Prairie Business highlights some of its most memorable stories from 2021
From trends in the legal profession to profiling 40 of the region's top young business professionals, Prairie Business takes a look at the past 12 months.
For those who have journeyed with Prairie Business throughout 2021, readers will recognize some of the magazine’s most notable stories published over the past year. To recap, below are some of the most memorable stories published over the past 12 months:
With the pandemic nearly a year old, a lot has changed for businesses. That includes law offices. January’s feature story highlighted the ways in which virtual technology has benefited – and in some cases hindered – the practice of law.
Tips for managing cash flow is always good advice for businesses and individuals, and some of our financial friends gave their insight on how to do just that for an article in the February issue. A story by Sam Easter also takes a look at how a new tax rule may help some businesses.
Prairie Business highlighted 25 top female business professionals from around the region – that means the Dakotas and western Minnesota – in the March issue. The Top 25 Women in Business is something we – and our readers – look forward to every year. Check it out!
You’ve probably heard it said that communication is key – and that’s perhaps most true in business. Without effective communication among employees and clients, a business isn’t tapping its full potential. There are always areas in business to improve, and for many companies that might mean enhancing communication skills. Communication skills are also what many businesses say they seek in new hires. A story in the April issue tackles the communication topic.
What a year it’s been as medical scientists research and develop new vaccines to meet the challenges caused by the coronavirus pandemic. But what other medical breakthroughs are taking place in the labs, including local labs such as at the University of North Dakota? Sam Easter reports about the interesting topic of medical research.
Construction materials were a challenge in June, as they are today. A story in this issue looks at how some architecture companies are meeting those challenges. The issue also highlights construction projects in the Prairie Business coverage area and profiles Mike Dunn of Construction Engineers.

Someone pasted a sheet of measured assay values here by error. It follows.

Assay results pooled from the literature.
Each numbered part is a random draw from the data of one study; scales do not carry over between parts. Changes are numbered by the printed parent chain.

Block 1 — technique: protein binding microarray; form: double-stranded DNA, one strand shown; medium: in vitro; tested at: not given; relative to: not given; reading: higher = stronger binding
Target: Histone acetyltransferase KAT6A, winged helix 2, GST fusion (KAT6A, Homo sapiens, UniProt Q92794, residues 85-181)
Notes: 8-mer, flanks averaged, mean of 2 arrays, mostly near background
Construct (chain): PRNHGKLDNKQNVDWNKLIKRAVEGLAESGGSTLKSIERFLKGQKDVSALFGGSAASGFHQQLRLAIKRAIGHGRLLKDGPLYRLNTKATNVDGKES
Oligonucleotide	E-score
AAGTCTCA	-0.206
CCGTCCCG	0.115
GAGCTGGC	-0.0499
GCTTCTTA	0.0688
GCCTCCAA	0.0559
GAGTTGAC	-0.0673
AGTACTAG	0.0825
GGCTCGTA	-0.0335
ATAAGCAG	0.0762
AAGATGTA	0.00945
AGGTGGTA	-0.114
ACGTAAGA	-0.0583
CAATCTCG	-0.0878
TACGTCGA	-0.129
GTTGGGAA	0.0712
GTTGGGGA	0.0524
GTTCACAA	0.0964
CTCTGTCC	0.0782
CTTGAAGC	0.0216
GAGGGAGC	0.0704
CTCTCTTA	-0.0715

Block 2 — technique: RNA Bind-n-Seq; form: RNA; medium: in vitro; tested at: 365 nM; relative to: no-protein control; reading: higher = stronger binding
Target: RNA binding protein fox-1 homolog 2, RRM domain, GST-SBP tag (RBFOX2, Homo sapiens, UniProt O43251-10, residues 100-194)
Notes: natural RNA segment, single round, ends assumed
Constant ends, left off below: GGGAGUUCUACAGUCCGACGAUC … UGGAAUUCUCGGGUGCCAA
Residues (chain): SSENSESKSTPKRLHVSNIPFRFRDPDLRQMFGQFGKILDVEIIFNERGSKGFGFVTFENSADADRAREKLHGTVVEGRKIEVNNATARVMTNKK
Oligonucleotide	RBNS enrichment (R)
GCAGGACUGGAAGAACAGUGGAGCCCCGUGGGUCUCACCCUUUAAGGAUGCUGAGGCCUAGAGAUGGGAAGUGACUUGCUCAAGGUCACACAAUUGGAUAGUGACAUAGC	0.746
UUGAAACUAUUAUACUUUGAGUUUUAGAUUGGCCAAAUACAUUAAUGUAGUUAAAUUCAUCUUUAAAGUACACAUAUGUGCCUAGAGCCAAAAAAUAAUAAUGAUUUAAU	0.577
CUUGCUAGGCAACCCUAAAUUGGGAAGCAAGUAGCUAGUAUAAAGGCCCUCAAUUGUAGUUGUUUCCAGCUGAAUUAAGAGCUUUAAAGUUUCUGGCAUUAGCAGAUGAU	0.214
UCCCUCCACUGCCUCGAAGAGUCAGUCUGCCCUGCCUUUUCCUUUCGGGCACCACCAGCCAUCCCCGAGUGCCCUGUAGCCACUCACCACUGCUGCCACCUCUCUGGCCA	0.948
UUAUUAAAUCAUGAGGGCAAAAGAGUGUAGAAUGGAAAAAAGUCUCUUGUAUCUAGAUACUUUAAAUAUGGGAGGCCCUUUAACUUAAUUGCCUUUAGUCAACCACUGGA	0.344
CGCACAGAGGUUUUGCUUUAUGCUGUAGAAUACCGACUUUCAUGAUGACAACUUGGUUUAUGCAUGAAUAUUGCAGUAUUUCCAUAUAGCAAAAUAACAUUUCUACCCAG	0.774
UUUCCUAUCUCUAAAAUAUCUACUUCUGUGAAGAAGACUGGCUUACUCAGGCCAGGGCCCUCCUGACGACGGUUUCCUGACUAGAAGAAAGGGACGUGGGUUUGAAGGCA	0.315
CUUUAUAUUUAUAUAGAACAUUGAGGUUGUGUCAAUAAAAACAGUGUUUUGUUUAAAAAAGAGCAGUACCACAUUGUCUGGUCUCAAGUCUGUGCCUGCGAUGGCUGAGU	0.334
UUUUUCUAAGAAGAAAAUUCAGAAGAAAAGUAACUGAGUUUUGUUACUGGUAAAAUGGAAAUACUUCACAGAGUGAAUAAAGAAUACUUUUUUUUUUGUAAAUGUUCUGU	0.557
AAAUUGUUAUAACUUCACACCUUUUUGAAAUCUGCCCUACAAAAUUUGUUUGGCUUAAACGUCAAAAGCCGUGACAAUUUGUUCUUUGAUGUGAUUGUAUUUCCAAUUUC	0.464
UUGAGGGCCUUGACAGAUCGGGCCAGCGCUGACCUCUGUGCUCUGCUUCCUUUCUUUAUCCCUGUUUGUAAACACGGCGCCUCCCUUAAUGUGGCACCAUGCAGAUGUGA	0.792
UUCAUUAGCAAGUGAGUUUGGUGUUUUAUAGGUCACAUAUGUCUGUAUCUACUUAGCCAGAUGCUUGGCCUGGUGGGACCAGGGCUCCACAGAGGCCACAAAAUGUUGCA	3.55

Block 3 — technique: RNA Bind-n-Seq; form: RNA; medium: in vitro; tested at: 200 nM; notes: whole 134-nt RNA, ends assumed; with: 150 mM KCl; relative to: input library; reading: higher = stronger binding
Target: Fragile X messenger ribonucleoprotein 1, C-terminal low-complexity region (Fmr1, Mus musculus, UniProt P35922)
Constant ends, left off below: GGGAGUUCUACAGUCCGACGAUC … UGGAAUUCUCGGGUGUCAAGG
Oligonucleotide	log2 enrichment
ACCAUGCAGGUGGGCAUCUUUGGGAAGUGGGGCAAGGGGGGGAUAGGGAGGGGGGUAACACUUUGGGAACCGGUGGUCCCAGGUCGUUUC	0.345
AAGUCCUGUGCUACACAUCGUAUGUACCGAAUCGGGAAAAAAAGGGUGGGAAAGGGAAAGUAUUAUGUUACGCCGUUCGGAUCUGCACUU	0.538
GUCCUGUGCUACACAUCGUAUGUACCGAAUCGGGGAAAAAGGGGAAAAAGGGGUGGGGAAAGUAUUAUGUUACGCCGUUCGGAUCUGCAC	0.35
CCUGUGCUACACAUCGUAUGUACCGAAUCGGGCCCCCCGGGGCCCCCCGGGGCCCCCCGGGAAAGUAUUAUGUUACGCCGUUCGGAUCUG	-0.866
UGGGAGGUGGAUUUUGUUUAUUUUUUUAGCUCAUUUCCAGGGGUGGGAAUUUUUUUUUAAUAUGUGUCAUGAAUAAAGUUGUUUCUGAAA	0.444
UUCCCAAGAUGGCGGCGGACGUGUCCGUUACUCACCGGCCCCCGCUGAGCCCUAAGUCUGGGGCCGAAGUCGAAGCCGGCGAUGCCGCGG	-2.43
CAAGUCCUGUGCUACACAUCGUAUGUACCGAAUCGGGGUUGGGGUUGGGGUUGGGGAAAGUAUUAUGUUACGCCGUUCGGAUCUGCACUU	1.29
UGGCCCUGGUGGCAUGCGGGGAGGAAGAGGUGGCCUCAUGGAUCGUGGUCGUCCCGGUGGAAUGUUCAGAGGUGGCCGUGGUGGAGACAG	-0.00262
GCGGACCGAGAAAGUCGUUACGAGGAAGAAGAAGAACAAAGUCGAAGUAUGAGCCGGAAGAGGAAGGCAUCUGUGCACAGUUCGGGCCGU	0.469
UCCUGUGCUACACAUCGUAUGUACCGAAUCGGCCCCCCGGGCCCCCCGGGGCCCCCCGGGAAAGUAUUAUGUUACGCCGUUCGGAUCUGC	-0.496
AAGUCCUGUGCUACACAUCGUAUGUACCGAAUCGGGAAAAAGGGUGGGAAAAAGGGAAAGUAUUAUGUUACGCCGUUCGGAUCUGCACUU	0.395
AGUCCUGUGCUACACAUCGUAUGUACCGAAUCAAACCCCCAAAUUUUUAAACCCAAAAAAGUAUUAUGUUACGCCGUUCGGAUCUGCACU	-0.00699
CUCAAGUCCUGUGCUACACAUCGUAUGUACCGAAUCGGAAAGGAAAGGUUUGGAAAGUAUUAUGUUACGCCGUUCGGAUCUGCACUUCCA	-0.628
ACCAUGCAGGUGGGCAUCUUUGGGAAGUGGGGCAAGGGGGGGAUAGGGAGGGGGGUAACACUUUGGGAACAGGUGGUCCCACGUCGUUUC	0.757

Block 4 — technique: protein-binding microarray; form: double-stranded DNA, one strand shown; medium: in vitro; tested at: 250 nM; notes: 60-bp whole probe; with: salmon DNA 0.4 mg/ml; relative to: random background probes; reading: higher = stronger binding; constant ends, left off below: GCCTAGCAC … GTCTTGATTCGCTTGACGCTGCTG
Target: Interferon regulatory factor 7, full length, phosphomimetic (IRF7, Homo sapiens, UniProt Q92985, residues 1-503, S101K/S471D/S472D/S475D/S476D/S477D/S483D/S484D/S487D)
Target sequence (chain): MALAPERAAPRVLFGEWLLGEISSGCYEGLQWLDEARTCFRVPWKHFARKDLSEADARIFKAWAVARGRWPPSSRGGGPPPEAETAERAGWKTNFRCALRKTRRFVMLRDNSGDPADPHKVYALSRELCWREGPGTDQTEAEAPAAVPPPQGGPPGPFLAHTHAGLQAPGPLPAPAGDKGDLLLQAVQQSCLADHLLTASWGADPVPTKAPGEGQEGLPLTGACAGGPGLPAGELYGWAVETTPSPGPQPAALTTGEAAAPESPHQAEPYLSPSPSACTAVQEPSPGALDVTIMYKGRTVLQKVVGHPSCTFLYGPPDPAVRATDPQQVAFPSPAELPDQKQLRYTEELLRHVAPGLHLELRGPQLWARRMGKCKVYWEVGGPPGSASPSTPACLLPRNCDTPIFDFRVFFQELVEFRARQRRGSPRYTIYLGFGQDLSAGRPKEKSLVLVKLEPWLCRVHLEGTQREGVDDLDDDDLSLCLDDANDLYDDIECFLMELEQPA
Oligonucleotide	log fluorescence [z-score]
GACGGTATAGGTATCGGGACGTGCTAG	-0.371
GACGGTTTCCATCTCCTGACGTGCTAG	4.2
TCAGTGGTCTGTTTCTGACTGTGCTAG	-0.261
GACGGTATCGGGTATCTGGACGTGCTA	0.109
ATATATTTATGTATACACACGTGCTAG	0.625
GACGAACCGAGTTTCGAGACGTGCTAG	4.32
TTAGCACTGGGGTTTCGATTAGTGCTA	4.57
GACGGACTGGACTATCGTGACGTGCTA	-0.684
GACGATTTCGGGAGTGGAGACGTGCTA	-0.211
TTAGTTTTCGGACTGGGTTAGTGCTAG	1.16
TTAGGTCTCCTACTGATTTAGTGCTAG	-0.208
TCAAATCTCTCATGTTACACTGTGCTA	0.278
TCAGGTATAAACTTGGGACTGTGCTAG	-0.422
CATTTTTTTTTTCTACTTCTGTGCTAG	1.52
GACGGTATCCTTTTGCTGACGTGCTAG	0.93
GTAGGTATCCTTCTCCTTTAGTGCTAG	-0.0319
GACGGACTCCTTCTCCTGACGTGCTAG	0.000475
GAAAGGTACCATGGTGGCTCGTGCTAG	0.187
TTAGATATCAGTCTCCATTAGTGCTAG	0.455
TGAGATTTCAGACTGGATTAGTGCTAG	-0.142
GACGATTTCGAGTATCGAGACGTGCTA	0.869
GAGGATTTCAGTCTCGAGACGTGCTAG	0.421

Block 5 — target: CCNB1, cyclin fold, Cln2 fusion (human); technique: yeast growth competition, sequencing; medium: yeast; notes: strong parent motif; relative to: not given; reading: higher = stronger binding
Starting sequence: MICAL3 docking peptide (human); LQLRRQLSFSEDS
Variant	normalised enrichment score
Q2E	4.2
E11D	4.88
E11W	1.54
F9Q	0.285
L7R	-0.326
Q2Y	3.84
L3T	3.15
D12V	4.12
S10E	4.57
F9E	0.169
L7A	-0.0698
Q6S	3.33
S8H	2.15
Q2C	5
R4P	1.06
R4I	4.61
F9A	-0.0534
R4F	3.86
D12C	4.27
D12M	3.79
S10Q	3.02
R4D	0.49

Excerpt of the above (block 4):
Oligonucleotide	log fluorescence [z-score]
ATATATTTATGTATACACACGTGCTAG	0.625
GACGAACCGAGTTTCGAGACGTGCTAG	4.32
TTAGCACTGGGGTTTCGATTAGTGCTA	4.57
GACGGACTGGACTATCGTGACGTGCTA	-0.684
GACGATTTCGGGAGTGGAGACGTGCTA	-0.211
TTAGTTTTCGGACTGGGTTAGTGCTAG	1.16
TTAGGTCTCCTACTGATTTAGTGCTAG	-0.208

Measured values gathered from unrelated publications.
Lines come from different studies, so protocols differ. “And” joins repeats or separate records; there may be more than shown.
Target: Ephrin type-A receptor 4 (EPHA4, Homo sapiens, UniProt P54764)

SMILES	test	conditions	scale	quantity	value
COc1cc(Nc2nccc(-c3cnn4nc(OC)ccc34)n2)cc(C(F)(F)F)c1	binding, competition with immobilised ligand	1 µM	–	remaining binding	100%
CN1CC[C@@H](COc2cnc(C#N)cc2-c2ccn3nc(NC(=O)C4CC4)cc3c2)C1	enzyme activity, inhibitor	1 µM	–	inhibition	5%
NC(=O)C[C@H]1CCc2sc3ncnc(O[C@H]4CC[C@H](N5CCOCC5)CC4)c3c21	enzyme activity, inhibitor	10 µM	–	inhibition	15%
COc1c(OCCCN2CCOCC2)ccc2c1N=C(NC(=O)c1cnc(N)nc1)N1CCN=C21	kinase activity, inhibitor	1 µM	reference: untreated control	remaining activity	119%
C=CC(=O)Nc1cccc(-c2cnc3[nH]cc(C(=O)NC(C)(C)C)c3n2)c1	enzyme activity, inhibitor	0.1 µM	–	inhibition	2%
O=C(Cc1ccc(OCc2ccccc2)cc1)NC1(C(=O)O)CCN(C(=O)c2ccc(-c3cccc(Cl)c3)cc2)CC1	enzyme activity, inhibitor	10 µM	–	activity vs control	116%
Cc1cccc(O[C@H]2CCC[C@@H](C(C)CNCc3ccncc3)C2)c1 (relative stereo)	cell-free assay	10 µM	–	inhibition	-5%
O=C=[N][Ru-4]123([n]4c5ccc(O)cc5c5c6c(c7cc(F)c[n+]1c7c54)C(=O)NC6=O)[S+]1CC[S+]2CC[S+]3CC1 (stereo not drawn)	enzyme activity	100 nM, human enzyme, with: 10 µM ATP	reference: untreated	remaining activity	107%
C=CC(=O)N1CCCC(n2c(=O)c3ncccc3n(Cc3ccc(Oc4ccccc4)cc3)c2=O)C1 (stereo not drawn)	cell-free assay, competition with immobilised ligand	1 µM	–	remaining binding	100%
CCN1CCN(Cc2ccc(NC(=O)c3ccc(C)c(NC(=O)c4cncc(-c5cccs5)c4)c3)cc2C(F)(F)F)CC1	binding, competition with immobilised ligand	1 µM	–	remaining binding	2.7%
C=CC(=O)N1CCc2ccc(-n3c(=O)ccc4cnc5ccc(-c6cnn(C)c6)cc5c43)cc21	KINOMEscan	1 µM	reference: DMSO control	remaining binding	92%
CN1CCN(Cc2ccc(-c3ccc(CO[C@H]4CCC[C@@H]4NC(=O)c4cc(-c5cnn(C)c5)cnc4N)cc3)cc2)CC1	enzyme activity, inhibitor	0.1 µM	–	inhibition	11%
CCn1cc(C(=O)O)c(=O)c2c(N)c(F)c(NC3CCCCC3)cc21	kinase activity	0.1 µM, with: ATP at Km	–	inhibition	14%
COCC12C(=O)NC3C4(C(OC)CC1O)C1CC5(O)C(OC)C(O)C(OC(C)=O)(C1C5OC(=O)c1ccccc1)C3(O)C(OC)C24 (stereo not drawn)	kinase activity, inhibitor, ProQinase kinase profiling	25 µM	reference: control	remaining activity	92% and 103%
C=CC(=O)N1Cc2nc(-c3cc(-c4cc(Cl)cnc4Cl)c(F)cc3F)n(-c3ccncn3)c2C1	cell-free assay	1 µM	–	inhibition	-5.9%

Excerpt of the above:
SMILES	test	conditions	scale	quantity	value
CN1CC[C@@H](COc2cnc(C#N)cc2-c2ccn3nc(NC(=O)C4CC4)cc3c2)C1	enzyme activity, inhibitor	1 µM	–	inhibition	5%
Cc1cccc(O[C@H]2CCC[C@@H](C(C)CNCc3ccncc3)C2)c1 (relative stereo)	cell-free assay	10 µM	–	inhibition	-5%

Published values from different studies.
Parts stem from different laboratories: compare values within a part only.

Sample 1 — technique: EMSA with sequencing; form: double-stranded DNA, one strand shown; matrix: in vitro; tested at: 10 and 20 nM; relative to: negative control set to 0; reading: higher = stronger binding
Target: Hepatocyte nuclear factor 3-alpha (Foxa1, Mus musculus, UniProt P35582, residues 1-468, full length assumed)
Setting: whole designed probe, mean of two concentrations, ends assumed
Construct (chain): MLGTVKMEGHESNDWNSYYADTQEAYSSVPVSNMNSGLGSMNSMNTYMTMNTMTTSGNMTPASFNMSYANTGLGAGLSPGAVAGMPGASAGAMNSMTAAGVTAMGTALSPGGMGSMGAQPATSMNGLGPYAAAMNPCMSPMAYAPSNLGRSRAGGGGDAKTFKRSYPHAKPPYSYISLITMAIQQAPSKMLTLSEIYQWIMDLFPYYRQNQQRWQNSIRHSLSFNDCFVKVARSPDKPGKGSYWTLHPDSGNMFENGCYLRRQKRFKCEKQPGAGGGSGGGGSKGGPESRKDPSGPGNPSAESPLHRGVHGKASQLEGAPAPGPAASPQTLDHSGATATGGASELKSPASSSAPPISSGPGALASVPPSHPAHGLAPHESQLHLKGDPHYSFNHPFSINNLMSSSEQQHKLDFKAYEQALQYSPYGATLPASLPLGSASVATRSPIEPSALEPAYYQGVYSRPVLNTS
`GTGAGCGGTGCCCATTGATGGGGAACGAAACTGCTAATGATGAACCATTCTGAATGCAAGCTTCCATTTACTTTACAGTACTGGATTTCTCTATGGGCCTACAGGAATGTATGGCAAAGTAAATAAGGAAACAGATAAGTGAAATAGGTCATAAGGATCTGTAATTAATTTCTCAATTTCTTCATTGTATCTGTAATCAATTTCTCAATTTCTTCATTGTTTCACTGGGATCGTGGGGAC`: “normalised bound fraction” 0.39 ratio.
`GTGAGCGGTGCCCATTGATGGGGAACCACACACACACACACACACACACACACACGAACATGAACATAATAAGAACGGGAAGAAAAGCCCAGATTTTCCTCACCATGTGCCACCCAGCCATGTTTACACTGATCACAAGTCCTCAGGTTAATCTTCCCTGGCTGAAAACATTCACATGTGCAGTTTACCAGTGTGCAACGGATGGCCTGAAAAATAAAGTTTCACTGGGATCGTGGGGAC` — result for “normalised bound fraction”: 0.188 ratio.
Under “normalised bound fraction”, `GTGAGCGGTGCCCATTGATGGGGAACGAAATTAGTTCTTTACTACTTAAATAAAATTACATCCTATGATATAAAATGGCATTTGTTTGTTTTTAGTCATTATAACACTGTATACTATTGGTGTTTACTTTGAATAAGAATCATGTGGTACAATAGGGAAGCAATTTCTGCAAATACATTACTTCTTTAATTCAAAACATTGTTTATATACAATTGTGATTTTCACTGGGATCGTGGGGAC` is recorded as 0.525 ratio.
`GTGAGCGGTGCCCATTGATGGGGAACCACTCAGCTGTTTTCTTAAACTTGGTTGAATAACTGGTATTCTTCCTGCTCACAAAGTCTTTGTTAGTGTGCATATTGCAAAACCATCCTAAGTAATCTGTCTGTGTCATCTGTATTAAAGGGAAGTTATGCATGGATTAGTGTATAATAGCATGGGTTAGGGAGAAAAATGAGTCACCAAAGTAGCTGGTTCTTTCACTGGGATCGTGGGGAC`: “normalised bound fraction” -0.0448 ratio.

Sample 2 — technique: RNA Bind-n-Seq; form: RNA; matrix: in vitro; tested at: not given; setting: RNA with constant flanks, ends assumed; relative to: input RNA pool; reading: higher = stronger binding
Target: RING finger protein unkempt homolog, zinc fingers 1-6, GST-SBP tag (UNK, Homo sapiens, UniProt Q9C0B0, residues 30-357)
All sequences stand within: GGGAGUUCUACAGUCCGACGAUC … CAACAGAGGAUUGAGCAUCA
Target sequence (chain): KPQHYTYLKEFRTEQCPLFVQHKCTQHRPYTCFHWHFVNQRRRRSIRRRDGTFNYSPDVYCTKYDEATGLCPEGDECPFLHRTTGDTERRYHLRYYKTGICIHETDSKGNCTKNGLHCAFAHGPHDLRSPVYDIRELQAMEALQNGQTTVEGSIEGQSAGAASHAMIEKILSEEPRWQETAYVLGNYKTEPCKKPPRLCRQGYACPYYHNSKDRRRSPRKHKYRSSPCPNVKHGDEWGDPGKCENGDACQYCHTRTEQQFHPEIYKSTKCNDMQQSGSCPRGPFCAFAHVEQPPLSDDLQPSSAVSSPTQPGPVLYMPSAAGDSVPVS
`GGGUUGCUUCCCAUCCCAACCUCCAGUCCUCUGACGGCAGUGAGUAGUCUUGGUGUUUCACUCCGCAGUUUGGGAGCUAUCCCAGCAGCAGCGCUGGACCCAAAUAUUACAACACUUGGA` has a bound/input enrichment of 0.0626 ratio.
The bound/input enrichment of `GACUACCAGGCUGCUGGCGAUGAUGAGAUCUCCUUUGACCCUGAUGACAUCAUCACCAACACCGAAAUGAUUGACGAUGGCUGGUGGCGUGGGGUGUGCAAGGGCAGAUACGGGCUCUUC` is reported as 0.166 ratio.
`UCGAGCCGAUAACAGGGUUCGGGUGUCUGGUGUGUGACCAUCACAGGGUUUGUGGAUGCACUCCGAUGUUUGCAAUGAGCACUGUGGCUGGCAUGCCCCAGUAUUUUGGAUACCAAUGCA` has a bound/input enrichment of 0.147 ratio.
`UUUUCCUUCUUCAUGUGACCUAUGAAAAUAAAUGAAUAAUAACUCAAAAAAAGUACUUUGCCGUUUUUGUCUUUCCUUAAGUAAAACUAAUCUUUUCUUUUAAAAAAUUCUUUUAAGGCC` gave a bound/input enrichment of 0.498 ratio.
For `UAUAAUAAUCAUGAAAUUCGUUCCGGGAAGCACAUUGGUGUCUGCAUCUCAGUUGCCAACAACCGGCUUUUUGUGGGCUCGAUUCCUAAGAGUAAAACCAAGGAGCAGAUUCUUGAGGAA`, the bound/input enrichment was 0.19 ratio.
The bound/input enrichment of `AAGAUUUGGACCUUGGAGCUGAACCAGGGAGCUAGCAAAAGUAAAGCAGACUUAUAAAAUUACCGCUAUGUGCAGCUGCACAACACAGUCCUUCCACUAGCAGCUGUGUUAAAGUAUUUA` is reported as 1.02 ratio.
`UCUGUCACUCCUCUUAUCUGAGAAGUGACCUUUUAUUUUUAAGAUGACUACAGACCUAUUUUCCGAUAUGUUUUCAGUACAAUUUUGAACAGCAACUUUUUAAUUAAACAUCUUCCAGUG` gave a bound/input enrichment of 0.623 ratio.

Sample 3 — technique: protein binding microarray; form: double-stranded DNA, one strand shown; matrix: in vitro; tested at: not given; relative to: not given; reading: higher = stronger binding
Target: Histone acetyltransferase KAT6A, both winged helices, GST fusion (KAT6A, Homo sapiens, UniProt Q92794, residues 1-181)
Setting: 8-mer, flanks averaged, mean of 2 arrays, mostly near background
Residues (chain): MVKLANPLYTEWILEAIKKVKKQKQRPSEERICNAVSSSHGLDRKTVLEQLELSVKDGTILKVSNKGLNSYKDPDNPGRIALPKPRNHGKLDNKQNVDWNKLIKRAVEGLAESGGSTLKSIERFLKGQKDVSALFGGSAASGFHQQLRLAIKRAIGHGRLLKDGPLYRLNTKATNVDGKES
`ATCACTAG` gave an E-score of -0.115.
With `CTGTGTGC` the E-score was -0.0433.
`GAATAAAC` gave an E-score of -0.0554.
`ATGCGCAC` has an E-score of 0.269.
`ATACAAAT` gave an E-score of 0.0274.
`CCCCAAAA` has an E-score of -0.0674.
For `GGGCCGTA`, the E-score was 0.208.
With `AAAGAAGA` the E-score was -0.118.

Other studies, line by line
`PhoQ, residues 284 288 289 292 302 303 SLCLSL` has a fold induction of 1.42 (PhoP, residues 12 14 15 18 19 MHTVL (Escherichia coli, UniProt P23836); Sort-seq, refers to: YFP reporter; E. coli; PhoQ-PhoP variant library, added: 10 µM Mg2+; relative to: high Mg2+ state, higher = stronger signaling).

Prairie Business magazine’s most prestigious award, Leaders & Legacies, went to nine executives in 2021, each of them profiled in the July issue. These are top executives who either remain in business or have retired, who have exemplified exceptional leadership, and who have made a lasting impact in their industry or place of business. Congrats! There's also a great column by Bethany Berkeley of Dale Carnegie ND.
Anymore, architecture is about sustainability. And why shouldn’t it be? Sam Easter tackles this topic, while focusing on a top-notch project in Grand Forks, North Dakota. Cool stuff!
Every business likes to be recognized as a top place to work, and every September Prairie Business highlights 50 places of business in the region that have been nominated by their employees! But there are other notable stories in this issue, too, including a column by Sarah Meusburger, an HR expert, who writes about the five ways to improve your search for talent. Take a look!
Energy is big business in North Dakota. A feature story here takes a peek at some of the issues and projects on the minds and books of those in the know.
Medical robots? Sure, check out what Essentia Health and Sanford Health have adopted over the past year to help better detect lung cancer in patients. It’s a game changer for some, both doctors and their patients.
Forty young professionals – all under the age of 40 – make the list in Prairie Business magazine’s annual 40 Under 40. But there also is a notable story about umbrella insurance policies and why, according to some experts in the field, they may be good policies for businesses and individuals to consider. Guest writer Matthew Mohr also provides a nice column about culture in the workplace.
Prairie Business looks forward to new stories in 2022.